Research Statistics for the Non-Statistician
Yesterday’s panel discussion helps non-statistician clinicians prepare their research for the daunting task of statistical review. Dr. Edward J. Mascha, PhD, panel moderator, highlights The Statistical Analyses and Methods in the Published Literature (SAMPL) guidelines that aid researchers, biostatisticians, and editors in reporting basic statistical methods and results. He describes how statistical errors are prevalent throughout medical literature and usually involve basic statistics.
Today’s medical research uses electronic medical records (EMR) and big data sets involving richer and more complex data. These data sets call for more careful analyses and review by experienced statisticians. Research shows that published statistical guidelines by a journal do not significantly improve statistical reporting. However, a dedicated statistical journal reviewer evaluating journal submissions does improve statistical reporting quality.
Dr. Mascha describes how to improve study design for randomized control trials and observation studies. Key reporting errors include: failure to determine primary and secondary study outcomes from the start, failure to include not only p-values, but also confidence intervals with treatment effect, and failure to control for confounding within observational studies. Dr. Mascha also reminds us that non-randomized studies need to make associations and not claim causation.
Clinician researchers are advised on some key points to improve the statistical review process: collaborate with biostatisticians, follow Anesthesia & Analgesia statistical reporting guidelines, consider confounding as a beast to be tamed, and to own their manuscript limitations.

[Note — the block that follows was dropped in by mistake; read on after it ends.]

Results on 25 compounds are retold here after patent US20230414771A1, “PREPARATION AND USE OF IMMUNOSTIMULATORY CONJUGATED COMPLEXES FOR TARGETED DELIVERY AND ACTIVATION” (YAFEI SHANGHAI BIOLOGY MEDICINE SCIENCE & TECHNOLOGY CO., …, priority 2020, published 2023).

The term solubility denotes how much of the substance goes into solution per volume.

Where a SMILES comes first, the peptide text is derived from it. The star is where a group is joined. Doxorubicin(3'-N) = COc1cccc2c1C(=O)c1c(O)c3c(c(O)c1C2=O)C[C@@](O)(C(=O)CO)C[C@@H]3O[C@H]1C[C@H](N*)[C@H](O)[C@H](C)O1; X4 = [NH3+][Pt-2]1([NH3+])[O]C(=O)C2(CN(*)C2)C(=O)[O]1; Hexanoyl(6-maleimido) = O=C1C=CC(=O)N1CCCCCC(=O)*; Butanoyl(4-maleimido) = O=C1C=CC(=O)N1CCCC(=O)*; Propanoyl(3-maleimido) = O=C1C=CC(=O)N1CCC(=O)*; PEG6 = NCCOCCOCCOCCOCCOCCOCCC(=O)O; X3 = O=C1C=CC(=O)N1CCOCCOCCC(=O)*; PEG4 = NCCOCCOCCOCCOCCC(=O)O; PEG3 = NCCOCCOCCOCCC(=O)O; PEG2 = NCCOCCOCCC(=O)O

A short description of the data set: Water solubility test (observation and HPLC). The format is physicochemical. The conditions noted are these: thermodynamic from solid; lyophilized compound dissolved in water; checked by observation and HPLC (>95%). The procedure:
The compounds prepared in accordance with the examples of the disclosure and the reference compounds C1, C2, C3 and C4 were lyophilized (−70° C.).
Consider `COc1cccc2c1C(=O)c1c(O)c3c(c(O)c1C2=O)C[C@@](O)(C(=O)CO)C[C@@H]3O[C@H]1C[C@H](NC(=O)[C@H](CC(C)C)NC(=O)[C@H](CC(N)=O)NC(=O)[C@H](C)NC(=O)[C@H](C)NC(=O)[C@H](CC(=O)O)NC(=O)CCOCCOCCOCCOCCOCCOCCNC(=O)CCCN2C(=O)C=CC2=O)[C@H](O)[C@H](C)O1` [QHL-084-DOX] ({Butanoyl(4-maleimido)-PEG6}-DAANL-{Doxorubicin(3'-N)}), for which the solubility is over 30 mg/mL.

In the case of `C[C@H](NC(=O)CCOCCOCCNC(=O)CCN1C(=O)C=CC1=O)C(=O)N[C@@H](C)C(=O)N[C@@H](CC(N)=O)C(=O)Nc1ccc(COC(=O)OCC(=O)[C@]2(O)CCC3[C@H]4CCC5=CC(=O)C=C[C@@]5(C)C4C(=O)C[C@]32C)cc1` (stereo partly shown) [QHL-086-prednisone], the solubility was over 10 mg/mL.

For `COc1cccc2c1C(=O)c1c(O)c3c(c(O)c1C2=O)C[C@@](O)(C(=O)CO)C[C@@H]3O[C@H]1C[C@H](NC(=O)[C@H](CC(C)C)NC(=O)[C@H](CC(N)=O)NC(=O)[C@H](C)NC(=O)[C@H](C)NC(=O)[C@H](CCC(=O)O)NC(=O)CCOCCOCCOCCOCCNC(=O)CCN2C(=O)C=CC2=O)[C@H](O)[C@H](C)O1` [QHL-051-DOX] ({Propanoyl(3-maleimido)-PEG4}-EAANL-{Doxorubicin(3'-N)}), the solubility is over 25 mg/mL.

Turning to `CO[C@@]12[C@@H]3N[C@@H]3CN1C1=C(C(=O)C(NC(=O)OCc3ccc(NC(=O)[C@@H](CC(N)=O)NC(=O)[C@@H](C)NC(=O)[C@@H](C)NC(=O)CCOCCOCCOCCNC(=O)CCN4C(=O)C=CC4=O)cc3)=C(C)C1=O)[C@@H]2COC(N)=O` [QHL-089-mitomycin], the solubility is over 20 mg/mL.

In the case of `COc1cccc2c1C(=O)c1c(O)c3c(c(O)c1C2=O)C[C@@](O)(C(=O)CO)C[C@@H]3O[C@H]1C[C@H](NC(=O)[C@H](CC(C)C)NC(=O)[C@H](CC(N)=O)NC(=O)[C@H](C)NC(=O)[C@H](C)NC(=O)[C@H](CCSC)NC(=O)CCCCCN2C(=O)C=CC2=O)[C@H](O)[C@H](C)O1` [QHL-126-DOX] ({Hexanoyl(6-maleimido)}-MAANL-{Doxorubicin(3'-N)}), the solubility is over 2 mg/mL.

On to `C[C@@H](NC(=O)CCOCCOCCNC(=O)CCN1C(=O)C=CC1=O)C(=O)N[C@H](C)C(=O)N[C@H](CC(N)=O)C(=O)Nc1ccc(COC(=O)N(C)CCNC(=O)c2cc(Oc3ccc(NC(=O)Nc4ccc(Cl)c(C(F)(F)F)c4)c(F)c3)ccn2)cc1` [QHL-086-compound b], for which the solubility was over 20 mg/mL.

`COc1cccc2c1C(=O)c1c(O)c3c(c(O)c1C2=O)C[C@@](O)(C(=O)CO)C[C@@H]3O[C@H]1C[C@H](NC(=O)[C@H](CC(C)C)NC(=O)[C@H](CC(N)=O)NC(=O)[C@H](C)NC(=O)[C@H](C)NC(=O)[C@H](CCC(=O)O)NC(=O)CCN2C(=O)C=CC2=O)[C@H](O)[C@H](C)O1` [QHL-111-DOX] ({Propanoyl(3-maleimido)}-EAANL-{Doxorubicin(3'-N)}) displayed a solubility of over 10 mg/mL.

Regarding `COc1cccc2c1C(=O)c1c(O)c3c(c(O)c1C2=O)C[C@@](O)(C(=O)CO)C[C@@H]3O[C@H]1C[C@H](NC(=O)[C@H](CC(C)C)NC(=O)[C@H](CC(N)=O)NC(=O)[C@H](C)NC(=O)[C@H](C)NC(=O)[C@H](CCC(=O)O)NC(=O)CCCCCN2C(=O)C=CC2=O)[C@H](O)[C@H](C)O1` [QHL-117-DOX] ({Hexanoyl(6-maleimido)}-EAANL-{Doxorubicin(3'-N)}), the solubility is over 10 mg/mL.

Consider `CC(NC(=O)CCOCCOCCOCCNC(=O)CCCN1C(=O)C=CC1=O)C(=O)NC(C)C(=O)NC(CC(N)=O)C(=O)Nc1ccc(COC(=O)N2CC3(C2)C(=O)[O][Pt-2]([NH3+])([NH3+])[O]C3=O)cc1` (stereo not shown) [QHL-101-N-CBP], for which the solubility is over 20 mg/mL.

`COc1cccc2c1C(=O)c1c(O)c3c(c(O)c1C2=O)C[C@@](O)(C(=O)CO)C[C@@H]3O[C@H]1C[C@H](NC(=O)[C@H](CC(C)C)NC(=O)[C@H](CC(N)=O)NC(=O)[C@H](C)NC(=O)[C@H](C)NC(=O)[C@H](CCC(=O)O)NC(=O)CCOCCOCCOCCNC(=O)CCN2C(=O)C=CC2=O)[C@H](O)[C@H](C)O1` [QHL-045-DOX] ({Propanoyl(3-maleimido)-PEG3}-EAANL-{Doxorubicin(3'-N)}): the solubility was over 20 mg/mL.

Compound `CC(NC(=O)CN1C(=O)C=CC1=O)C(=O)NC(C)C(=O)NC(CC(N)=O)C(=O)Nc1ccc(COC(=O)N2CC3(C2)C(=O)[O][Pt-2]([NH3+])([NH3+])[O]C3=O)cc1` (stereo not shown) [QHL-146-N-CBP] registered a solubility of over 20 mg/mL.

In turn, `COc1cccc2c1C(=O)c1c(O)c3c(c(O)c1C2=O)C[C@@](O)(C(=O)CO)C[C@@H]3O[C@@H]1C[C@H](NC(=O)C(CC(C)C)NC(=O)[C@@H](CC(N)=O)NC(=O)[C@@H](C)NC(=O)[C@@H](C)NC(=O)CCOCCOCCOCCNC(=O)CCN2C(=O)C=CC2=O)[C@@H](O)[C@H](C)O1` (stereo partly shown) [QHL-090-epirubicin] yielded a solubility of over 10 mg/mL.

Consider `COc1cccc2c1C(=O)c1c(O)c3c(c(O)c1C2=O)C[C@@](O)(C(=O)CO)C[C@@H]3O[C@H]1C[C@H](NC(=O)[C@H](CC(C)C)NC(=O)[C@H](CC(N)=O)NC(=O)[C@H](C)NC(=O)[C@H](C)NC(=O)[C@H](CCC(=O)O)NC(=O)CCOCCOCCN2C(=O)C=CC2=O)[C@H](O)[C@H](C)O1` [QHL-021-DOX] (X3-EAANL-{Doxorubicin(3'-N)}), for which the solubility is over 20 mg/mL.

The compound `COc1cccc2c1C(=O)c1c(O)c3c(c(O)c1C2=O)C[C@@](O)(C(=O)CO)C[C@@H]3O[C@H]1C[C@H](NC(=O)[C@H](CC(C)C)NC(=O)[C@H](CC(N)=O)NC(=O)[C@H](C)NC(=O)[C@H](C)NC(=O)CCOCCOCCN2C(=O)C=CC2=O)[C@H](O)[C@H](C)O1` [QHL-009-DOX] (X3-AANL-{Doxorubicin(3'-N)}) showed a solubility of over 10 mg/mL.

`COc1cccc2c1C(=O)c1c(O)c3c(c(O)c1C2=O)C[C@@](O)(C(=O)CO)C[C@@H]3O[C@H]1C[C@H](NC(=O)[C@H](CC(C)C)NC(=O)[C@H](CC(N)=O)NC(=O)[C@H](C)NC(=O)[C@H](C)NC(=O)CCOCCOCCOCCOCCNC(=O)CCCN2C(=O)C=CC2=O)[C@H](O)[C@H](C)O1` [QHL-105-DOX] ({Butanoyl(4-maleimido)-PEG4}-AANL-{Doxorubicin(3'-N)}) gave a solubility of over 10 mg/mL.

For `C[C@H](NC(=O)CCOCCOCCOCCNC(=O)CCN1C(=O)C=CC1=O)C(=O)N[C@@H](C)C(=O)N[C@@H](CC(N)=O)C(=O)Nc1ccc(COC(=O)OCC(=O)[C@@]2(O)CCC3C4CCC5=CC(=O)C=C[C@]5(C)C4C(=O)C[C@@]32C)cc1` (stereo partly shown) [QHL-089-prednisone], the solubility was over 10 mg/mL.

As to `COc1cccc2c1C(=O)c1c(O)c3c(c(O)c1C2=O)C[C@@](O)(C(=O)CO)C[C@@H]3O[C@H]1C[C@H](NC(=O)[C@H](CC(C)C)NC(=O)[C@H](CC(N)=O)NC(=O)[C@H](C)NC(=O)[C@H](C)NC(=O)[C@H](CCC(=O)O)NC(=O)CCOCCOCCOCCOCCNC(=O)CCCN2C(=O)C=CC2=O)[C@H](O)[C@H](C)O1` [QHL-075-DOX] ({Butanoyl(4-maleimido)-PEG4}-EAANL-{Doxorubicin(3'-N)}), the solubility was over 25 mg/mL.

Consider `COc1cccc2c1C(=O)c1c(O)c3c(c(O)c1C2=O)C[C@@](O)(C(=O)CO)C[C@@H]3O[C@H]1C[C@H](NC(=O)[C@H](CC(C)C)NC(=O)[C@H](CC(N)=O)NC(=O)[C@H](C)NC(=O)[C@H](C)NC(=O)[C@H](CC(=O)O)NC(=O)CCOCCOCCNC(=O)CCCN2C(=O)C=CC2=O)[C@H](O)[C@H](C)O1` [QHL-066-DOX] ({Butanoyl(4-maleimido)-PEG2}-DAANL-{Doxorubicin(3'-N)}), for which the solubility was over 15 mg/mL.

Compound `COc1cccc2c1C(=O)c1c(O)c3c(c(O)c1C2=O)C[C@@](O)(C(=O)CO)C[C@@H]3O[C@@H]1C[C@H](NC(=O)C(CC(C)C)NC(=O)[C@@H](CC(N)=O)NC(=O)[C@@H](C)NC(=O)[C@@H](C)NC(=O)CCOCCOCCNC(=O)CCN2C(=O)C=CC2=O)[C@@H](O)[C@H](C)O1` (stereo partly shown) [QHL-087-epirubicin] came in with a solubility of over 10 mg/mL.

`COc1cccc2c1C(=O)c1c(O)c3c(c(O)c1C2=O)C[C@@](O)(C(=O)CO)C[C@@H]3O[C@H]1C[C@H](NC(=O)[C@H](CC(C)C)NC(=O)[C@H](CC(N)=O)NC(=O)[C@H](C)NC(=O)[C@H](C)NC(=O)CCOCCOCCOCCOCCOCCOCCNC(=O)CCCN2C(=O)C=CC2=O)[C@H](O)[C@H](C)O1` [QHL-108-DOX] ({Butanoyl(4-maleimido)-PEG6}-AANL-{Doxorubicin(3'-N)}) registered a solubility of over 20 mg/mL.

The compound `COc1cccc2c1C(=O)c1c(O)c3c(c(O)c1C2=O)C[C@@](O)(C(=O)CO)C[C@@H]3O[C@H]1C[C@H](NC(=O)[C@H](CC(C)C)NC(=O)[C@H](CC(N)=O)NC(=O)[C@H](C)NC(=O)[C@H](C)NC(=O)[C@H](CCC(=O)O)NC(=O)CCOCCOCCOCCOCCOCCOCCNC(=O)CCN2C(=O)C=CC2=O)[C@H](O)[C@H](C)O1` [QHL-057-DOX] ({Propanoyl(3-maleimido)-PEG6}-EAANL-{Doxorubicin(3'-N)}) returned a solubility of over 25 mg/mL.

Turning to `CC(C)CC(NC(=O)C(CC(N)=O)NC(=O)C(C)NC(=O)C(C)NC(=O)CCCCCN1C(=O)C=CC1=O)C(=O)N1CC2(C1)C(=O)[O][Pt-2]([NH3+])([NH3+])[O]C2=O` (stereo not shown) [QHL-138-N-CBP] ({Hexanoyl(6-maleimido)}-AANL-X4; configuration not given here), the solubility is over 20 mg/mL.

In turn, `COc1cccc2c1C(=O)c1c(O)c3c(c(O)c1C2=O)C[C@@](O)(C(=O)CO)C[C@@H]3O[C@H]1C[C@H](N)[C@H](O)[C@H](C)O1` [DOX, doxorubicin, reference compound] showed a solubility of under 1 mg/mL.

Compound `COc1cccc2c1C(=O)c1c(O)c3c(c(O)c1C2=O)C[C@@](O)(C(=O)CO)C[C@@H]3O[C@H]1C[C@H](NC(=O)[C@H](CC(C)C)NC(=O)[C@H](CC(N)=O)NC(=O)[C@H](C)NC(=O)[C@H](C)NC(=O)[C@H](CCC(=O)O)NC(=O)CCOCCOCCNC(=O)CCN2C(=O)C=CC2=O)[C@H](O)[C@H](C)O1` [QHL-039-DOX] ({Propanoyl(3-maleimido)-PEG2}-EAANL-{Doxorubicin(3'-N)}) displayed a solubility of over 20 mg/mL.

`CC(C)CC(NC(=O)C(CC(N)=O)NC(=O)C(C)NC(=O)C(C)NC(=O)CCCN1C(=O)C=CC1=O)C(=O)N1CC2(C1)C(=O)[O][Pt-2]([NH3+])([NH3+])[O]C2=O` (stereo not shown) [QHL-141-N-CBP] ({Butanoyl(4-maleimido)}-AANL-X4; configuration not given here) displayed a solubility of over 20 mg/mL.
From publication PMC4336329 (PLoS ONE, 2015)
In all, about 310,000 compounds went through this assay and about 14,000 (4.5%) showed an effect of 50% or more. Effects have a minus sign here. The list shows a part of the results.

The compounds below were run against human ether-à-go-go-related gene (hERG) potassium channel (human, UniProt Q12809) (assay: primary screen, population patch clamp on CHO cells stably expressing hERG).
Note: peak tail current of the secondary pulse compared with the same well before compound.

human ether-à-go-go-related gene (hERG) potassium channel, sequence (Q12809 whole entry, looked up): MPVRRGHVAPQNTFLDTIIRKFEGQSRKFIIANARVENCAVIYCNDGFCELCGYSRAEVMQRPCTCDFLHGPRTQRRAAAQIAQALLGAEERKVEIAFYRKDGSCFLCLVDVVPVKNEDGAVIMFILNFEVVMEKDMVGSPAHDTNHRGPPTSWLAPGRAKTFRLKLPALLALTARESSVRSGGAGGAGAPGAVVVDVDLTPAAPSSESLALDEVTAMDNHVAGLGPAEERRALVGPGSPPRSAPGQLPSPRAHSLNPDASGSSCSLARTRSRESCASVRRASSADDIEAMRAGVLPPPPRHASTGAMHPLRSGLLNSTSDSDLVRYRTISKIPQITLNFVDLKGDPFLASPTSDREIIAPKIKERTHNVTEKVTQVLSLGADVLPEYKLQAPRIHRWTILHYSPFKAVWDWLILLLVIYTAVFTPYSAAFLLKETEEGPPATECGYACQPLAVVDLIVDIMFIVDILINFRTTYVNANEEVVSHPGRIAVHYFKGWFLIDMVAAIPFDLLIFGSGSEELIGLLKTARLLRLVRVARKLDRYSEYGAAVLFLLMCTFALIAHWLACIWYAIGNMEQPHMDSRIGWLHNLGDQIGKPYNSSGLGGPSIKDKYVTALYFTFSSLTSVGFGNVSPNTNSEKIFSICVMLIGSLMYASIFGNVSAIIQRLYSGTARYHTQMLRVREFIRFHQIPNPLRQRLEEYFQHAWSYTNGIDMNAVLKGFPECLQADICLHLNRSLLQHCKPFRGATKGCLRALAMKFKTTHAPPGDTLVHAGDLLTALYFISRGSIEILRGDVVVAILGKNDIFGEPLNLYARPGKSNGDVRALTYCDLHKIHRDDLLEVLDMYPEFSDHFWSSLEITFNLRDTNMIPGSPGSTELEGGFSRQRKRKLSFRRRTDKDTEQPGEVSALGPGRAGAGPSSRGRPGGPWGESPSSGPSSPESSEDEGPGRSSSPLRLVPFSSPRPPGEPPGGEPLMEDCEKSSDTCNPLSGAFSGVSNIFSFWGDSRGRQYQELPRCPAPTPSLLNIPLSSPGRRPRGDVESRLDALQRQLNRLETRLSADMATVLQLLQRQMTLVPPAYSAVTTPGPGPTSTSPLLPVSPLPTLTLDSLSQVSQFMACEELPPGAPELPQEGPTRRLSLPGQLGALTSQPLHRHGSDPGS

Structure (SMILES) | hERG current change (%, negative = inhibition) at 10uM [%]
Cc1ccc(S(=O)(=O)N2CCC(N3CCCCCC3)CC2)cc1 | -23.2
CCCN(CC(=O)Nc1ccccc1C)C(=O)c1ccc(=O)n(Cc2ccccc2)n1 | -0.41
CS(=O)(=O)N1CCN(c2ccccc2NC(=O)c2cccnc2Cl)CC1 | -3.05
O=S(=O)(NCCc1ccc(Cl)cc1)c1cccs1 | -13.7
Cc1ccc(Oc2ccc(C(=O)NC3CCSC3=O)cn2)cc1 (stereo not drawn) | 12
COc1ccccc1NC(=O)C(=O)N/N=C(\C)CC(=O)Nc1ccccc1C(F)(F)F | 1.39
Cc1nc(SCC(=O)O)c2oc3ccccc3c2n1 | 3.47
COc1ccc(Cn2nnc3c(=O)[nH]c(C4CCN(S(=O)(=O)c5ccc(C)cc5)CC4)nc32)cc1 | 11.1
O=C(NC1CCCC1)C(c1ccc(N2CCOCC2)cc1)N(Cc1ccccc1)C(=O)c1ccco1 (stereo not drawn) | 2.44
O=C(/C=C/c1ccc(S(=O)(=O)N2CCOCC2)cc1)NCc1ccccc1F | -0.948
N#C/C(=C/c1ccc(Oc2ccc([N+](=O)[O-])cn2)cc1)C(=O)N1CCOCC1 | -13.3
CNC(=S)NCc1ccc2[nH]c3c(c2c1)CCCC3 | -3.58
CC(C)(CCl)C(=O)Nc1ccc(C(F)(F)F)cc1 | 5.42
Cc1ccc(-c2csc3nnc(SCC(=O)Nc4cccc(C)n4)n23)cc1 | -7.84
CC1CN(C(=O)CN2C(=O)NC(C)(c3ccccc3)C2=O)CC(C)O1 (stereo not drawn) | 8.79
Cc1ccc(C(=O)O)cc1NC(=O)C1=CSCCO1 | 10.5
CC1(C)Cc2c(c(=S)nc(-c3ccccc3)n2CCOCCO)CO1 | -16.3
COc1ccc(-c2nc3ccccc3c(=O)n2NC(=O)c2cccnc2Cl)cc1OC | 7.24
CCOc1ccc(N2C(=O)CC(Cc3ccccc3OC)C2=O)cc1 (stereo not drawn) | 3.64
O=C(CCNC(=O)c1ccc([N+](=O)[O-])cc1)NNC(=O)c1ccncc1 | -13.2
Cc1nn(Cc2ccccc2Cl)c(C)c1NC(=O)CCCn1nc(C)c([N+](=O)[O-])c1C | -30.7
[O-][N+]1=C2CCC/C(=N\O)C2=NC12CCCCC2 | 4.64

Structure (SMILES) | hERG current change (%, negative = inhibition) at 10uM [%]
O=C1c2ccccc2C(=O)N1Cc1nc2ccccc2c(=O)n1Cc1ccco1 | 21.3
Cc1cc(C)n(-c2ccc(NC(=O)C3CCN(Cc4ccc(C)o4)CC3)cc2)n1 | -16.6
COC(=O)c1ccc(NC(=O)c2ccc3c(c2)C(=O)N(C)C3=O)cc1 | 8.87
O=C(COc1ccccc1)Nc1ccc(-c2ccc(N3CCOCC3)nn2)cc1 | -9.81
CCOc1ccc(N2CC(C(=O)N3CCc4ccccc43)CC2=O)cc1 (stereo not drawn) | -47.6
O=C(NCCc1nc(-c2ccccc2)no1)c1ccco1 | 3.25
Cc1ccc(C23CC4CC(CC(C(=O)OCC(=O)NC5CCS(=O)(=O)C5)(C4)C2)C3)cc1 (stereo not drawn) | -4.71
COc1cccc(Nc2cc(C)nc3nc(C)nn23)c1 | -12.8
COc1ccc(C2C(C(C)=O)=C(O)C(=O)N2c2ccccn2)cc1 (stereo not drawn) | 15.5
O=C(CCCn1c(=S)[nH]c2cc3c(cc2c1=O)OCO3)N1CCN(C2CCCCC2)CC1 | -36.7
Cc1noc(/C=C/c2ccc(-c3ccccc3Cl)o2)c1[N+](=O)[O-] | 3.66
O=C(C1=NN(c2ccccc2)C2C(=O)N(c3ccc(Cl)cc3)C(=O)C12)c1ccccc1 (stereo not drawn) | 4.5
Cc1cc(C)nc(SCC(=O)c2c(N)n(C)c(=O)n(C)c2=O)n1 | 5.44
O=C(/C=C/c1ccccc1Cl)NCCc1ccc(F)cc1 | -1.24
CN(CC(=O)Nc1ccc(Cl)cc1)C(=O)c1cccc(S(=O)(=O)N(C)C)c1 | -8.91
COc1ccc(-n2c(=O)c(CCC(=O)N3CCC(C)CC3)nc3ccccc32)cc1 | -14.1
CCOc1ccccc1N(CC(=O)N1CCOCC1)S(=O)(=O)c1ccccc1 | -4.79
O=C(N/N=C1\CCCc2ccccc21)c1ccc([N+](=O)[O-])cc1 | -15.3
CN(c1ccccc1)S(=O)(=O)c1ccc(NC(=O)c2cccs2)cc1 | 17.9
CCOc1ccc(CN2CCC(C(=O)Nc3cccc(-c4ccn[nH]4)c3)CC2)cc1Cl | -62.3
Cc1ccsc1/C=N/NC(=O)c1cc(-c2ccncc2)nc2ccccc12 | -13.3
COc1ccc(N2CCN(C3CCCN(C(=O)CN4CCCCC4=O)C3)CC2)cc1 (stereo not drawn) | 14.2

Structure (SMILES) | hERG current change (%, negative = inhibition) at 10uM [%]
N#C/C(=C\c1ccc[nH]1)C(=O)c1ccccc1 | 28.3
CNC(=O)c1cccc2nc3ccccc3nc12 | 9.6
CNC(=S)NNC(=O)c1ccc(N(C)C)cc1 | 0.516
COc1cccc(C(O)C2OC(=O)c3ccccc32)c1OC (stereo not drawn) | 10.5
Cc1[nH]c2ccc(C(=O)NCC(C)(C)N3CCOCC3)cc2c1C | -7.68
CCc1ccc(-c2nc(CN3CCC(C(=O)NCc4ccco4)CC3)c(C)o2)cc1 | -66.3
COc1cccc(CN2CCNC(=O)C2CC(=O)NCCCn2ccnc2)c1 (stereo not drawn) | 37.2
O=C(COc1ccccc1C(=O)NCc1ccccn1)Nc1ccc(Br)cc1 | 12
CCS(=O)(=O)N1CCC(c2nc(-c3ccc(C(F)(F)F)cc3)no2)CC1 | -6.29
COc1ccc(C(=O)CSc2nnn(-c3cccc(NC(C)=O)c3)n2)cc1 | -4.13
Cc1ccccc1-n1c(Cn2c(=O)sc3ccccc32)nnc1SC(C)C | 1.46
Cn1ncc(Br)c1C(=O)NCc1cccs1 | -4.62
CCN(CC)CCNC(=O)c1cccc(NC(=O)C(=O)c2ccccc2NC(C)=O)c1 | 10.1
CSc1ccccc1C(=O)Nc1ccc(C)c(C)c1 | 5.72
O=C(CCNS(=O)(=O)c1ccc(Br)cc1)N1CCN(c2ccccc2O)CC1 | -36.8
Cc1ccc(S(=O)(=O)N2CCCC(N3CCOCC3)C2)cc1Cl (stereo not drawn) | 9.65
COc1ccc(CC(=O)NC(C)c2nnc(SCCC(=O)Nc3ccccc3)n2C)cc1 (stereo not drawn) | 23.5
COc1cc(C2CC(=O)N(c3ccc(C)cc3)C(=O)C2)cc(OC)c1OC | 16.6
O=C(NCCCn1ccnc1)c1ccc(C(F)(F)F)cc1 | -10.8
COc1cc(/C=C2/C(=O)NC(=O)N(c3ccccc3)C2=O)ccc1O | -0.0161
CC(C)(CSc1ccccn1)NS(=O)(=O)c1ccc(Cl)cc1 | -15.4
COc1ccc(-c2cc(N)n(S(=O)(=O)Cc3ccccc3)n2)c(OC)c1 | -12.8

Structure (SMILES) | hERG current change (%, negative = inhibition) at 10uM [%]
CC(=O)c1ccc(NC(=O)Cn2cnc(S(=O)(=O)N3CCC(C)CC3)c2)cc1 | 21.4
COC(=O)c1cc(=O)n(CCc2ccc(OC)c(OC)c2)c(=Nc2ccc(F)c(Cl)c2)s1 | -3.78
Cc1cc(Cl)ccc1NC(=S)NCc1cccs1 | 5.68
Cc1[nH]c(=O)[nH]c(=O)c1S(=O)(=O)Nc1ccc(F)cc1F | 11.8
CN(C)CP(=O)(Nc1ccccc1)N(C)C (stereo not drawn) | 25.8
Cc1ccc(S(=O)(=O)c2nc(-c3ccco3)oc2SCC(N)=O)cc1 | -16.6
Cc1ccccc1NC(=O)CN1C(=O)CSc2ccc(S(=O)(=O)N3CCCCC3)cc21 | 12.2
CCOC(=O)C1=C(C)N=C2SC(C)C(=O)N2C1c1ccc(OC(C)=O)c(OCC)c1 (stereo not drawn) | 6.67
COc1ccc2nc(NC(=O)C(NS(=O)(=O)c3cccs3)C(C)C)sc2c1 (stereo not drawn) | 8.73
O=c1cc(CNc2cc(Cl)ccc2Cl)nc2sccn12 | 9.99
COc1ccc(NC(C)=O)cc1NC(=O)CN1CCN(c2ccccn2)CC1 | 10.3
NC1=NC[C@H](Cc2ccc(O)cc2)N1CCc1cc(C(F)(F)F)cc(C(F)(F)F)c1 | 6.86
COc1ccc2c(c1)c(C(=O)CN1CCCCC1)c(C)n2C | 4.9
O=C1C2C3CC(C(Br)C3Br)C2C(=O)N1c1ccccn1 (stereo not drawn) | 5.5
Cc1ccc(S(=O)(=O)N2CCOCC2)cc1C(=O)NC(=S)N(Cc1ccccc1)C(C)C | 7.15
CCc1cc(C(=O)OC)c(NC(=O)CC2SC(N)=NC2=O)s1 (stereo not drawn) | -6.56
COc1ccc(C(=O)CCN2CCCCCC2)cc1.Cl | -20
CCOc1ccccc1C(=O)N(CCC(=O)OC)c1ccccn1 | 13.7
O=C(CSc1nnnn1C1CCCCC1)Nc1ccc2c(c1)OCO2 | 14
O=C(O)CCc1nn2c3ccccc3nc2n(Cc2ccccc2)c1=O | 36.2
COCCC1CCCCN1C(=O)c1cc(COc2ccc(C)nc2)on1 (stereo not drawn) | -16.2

Thomas R. Vetter, MD, MPH describes 15 common mistakes in clinical research. Failure to examine and assess similar, preexisting literature is a common mistake. Researches need to understand what previous studies did correctly and whether their current study is an extension of previous studies. Another mistake he highlights is the failure to examine the normality of data, particularly with continuous data. How is the data determined to be normally distributed? Too much statistical evidence is better than not enough.
Errors in data analysis include choosing the wrong statistical test. Dr. Vetter gives the example of a study of sequential blood pressure measurements performed on the same patient. The use of a series of t-tests between sequential measurements is often performed in these types of data when ANOVA is the correct statistical test. Documentation and presentation of data often include reporting errors. P-values should be reported, but also included with point estimate and confidence intervals. Dr. Vetter also warns about studies using composite outcomes (i.e., with a broad net of outcomes). While they are easier to prove a positive effect, they are not always accurate.
Won Ho Kim, MD, PhD, further describes how SAMPL guidelines help researchers set up primary analysis, primary and secondary outcomes, type I and type II errors, adequate sample size, and set up the correct statistical methods to fit their study data.
Dr. Kim concludes the discussion with several key take away points. He urges reviewers to use SAMPL guidelines, but also to seek out guidelines for specific statistical analysis. Use enough detail when describing statistical analysis. Draw conclusions specific to the study hypothesis. Rather than accepting the null hypothesis, it is better to state “there is no significant difference between groups.”
The A&A regularly publishes basic statistical tutorials to help members of the IARS community avoid these statistical pitfalls.
*Coverage of the Panel session, Research Statistics for the Non-Statisticians